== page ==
On February 25, 2016, FASB released Accounting Standards Update No. 2016-02, Leases (Topic 842). It will require that lessees record nearly all leases on the balance sheet. Lessors will see some changes too, largely made to align with the revised lessee model and the FASB's new revenue recognition guidance.


Leased AirplaneOn November 11, 2015, the FASB voted to proceed with finalizing a new lease accounting standard. The final Accounting Standards Update (ASU) was published in February 2016. The standard has the potential to affect every entity’s financial reporting. The core principle of the new leases standard is that lessees should recognize assets and liabilities arising from all leases, except for leases with a lease term of 12 months or less. This will significantly gross-up many entities balance sheets. Public entities are required to adopt the new leases standard for reporting periods beginning after December 15, 2018. Nonpublic entities have an extra year to adopt. Early adoption is permitted.

AICPA Resources 

The AICPA is closely following the development of the FASB’s Leases standard and is in the process of creating resources that will help members implement the new standard with ease.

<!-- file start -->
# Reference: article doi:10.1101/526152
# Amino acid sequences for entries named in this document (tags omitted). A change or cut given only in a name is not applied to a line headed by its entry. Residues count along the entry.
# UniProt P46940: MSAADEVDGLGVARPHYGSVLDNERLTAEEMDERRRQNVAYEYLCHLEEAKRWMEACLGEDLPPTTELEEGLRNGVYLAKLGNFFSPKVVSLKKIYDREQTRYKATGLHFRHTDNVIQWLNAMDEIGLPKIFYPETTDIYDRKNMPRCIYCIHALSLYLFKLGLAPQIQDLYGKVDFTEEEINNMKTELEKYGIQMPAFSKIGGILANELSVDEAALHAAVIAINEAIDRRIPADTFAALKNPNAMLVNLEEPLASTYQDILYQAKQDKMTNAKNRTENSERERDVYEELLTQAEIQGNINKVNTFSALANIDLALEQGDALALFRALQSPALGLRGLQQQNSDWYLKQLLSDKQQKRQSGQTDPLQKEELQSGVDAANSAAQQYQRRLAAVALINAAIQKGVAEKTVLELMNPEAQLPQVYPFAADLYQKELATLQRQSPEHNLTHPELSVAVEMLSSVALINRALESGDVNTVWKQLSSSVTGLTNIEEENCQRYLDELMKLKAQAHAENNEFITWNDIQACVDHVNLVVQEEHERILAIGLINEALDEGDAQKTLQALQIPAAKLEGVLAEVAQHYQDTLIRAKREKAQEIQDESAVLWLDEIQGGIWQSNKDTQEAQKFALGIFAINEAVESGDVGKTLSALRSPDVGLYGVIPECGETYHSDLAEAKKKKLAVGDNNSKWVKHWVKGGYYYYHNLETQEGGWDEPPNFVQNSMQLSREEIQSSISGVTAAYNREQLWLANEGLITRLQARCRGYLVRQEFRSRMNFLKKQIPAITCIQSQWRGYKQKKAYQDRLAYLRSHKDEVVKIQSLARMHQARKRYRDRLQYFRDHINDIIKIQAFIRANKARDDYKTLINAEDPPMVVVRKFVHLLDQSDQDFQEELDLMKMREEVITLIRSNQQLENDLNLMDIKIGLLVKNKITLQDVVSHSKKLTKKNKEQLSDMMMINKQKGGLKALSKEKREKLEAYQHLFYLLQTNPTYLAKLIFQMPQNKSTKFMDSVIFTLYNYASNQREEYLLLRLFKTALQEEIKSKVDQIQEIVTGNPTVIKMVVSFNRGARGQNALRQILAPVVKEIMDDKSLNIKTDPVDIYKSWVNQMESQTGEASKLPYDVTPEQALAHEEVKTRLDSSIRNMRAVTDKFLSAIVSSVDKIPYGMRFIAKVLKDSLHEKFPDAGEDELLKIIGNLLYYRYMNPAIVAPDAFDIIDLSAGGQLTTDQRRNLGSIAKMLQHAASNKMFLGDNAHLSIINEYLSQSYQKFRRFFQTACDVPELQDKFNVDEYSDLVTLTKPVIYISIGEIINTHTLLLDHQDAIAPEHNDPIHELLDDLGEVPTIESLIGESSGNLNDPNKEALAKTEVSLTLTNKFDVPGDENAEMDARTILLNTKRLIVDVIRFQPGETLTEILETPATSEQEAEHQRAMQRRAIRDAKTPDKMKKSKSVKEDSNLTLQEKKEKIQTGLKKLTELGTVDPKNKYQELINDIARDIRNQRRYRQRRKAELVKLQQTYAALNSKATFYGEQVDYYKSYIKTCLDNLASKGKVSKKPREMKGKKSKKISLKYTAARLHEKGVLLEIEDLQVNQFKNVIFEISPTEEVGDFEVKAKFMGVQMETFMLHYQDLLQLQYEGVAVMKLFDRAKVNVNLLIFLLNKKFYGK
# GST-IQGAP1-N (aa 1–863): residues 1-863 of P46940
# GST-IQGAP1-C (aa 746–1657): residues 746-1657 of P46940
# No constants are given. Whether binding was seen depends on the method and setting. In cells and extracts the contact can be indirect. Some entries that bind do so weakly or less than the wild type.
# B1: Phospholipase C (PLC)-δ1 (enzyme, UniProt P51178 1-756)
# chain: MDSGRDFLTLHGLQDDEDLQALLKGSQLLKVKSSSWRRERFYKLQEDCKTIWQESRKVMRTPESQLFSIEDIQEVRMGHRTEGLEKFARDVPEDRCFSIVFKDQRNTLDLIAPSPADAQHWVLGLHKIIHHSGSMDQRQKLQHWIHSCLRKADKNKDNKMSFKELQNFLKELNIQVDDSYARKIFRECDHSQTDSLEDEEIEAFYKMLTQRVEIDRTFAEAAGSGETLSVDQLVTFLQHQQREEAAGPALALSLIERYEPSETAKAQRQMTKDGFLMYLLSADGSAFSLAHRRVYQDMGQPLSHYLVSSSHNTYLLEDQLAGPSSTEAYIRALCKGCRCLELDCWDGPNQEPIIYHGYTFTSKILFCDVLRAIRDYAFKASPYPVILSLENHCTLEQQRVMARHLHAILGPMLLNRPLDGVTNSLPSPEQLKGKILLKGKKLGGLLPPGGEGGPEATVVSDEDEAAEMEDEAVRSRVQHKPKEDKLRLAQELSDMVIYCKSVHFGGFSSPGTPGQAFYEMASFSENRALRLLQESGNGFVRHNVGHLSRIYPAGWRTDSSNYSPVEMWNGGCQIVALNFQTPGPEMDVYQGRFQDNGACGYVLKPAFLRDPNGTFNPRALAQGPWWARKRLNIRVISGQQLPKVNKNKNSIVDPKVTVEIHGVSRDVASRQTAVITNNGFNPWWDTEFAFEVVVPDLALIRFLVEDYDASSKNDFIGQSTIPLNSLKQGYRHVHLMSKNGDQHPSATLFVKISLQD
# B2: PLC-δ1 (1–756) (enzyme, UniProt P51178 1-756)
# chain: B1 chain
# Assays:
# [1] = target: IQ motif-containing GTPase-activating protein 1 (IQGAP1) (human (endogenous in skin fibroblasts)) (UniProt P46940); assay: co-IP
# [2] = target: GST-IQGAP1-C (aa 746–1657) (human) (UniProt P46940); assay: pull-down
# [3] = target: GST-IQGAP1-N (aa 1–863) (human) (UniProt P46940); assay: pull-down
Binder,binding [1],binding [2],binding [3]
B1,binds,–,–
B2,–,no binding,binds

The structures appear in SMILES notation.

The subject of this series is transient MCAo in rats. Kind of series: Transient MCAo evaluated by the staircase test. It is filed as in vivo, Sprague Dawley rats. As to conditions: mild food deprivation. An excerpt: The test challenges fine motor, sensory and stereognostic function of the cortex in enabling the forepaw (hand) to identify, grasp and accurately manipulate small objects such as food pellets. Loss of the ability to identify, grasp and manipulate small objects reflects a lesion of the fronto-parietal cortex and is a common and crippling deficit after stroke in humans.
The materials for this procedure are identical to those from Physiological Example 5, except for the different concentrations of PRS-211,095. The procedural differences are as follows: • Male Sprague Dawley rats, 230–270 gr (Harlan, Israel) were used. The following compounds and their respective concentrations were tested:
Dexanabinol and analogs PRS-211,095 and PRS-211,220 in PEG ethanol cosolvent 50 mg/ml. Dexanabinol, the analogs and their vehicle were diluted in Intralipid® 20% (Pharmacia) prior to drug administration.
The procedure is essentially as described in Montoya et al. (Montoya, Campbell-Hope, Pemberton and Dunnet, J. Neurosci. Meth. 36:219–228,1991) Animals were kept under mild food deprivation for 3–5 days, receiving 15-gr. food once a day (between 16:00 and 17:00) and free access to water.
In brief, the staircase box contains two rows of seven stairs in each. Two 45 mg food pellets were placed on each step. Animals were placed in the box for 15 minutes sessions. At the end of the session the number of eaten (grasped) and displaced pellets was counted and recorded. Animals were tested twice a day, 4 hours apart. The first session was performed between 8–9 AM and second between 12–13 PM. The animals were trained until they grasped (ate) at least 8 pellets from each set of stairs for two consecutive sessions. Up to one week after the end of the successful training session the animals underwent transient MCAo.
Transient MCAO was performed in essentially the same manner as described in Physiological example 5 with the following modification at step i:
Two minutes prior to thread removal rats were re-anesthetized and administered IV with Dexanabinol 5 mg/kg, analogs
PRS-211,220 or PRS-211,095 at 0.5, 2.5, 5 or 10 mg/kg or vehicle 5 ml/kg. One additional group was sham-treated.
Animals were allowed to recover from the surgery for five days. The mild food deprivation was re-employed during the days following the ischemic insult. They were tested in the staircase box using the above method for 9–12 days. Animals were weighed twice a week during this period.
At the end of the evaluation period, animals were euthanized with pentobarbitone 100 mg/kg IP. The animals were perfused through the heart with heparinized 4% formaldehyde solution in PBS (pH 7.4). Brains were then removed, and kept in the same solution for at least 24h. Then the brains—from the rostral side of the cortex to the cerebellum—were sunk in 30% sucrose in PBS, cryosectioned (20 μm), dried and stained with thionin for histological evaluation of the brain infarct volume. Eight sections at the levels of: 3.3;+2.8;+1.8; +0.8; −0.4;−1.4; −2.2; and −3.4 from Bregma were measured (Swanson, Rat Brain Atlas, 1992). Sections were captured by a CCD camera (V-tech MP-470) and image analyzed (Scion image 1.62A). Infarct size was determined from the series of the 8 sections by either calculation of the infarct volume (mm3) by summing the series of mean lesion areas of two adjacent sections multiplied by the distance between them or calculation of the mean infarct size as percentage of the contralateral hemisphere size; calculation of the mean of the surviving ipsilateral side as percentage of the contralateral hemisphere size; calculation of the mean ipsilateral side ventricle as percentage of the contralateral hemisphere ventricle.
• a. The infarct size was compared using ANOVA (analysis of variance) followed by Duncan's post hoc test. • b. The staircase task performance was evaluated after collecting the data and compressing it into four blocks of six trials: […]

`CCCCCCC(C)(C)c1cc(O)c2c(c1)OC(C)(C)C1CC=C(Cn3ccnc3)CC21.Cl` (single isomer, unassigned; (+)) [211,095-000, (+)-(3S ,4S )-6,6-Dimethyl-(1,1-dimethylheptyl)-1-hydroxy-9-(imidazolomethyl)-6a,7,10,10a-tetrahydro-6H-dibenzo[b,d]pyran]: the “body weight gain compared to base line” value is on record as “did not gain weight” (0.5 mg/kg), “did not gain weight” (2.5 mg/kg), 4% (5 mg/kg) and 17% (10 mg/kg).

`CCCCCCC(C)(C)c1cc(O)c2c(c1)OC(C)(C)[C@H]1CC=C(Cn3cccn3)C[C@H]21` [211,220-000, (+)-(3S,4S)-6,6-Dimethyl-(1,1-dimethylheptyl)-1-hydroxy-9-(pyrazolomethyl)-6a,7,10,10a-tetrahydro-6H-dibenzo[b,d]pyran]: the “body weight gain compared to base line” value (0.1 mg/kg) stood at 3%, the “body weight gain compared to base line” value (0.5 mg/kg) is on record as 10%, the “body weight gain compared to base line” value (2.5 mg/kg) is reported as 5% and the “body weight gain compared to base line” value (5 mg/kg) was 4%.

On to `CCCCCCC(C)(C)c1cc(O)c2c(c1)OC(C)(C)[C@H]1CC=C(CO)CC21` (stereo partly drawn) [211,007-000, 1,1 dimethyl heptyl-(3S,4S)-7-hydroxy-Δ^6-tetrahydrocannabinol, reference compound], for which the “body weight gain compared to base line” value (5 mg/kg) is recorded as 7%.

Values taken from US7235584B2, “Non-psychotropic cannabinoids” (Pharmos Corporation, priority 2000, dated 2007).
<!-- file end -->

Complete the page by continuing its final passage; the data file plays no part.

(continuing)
News and Views  

Bringing Leases into View, Journal of Accountancy, April 2016

How to Comply with the New Leases Standard Journal of Accountancy, February 2016.

FASB Issues Leases Standard Journal of Accountancy, February 2016.

IASB Issues Leases Standard, FASB to Follow Journal of Accountancy, January 2016.

Lease Accounting Standard Gets Preliminary Approval Journal of Accountancy, January 2016.

FASB's Leases Standard Gets Preliminary Approval Journal of Accountancy, November 2015.


Fred Gill, Senior Technical Manager - Accounting Standards Team, discusses the new FASB Leases standard and its wide implications.

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IASB Leases Standard  

Leased EquipmentOn January 12, 2016, the International Accounting Standards Board issued its much-anticipated leases standard, IFRS 16. The standard will require all leases to be reported on a company’s balance sheets as assets and liabilities.

IFRS 16 began as a convergence project with the FASB. However, the boards were unable to reach consensus on some key issues, and some significant differences between IFRS 16 and the new FASB standard remain. For more information about the IFRS 16, see the IASB’s webpage at

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